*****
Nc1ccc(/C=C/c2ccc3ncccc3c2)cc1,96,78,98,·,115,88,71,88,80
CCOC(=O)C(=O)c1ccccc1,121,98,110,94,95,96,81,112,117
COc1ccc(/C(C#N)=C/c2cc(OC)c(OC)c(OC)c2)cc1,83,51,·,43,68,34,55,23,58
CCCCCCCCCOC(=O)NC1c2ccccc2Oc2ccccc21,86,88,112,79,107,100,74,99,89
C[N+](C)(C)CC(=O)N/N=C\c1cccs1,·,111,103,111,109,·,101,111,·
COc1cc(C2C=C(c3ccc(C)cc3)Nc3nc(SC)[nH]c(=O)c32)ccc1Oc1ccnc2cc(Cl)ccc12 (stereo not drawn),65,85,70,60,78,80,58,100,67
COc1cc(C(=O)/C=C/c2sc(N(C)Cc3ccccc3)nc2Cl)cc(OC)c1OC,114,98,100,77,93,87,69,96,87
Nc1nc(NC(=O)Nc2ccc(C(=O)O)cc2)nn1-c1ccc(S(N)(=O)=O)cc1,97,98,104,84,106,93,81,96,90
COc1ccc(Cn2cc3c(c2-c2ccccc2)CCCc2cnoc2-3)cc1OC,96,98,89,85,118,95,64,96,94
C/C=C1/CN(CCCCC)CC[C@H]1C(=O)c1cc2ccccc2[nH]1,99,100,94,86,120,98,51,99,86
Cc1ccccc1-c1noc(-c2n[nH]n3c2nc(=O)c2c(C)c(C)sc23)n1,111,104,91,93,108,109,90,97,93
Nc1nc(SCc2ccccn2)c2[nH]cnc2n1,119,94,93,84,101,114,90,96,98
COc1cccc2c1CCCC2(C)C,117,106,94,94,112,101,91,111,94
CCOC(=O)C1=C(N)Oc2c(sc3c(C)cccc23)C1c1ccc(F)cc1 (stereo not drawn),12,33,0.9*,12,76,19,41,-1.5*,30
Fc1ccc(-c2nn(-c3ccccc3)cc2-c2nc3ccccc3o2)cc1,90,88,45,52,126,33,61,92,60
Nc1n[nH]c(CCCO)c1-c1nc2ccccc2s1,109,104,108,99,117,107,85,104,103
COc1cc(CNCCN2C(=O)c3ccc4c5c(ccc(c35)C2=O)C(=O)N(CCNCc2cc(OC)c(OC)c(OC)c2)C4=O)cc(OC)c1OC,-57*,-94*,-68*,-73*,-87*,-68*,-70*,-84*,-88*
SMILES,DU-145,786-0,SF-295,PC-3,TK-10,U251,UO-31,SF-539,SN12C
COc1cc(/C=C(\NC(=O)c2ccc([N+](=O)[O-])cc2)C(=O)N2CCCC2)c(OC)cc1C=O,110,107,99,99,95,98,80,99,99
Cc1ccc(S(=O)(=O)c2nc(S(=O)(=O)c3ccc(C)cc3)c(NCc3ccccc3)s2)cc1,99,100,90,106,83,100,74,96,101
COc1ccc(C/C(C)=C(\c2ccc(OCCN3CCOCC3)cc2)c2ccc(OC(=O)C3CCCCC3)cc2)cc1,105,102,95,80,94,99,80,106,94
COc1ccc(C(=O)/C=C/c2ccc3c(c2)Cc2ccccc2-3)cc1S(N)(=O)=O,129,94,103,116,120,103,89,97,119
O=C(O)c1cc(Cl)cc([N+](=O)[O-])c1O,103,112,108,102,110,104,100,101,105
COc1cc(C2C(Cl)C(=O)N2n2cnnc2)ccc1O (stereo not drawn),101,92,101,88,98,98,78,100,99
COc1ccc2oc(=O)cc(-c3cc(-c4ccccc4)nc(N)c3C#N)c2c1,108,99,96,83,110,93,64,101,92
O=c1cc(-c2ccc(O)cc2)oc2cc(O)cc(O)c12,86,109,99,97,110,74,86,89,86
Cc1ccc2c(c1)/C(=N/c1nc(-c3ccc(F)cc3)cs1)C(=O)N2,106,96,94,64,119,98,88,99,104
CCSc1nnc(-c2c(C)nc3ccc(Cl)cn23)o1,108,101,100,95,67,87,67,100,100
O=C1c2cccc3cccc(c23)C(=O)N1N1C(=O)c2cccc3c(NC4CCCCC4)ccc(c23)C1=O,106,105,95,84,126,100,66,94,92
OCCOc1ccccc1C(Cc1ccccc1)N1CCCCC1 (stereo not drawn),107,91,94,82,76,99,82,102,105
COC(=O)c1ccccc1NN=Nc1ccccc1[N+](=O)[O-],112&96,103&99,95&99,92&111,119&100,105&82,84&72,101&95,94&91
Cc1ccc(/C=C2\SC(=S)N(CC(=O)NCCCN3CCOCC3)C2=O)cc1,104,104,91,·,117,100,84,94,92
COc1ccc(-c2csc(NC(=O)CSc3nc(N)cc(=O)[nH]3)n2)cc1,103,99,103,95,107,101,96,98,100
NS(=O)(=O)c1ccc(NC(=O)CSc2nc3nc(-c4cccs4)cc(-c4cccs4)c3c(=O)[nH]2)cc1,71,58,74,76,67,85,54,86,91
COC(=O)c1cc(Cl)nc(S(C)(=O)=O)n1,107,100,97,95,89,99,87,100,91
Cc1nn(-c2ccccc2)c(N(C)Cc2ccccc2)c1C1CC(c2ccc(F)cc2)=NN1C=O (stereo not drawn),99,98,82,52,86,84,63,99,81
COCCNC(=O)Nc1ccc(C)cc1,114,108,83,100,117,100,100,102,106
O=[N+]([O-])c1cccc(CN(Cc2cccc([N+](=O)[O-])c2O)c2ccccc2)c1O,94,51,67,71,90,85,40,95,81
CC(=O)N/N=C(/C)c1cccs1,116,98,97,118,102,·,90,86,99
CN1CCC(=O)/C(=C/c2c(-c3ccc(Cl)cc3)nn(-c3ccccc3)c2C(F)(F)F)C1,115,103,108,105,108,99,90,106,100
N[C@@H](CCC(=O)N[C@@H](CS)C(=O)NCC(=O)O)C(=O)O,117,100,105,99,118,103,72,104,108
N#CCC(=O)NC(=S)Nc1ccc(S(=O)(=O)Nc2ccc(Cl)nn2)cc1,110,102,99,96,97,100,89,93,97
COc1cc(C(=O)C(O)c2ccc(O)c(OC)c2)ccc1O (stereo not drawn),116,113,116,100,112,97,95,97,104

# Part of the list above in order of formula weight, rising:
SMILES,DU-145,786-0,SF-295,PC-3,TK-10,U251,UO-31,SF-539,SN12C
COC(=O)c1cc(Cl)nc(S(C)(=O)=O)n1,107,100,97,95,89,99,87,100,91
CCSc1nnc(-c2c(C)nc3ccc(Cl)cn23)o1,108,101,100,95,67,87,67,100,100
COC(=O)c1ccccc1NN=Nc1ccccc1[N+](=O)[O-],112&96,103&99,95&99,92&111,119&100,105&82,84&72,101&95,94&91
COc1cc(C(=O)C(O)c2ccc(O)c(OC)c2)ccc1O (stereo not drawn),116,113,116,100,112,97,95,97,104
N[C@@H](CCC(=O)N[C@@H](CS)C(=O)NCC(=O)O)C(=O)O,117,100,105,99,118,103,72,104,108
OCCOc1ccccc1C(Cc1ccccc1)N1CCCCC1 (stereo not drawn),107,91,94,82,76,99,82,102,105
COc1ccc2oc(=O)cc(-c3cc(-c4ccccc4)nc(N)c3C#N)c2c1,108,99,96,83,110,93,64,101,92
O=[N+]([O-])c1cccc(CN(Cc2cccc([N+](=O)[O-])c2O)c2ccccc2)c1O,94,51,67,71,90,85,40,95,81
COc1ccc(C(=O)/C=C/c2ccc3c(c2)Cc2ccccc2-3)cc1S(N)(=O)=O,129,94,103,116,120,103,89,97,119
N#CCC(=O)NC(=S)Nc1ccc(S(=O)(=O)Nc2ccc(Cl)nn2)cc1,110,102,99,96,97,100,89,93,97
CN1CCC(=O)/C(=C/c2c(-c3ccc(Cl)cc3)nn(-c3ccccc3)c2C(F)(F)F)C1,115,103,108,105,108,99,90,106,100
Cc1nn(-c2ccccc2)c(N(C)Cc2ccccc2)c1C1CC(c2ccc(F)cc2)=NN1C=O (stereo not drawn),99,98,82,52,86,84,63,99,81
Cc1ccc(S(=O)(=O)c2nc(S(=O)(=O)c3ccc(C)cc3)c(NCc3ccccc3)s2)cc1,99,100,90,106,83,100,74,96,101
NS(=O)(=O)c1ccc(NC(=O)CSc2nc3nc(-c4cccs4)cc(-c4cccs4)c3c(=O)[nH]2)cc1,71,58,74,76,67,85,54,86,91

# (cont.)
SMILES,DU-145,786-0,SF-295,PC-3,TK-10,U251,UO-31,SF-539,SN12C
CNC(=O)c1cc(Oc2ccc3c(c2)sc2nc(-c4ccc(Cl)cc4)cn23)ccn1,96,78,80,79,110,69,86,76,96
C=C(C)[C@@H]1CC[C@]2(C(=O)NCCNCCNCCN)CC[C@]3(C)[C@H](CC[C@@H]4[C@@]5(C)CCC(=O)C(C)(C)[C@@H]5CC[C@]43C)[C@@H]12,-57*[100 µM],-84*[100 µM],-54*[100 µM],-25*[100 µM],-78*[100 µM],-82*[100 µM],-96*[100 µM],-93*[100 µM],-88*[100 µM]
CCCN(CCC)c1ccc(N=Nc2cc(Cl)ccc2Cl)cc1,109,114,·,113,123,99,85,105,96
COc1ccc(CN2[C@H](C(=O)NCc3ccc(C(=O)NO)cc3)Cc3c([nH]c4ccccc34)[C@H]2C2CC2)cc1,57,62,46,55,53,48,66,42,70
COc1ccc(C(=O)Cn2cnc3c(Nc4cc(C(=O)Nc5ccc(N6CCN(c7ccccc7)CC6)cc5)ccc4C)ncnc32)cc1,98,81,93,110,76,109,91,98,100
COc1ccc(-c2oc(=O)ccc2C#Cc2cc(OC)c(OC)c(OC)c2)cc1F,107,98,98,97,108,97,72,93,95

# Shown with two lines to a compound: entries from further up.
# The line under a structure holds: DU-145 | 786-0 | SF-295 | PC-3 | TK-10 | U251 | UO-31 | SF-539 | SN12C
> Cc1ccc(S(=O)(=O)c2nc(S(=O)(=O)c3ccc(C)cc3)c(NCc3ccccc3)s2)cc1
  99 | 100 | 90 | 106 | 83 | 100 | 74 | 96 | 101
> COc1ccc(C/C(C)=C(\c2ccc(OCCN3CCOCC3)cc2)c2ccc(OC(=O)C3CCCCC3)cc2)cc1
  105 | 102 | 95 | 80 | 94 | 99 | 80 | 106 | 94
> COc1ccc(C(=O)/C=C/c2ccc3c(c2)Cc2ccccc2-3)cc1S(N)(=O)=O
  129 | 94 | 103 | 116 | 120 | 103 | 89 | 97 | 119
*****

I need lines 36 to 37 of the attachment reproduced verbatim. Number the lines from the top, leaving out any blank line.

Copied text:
Cc1nn(-c2ccccc2)c(N(C)Cc2ccccc2)c1C1CC(c2ccc(F)cc2)=NN1C=O (stereo not drawn),99,98,82,52,86,84,63,99,81
COCCNC(=O)Nc1ccc(C)cc1,114,108,83,100,117,100,100,102,106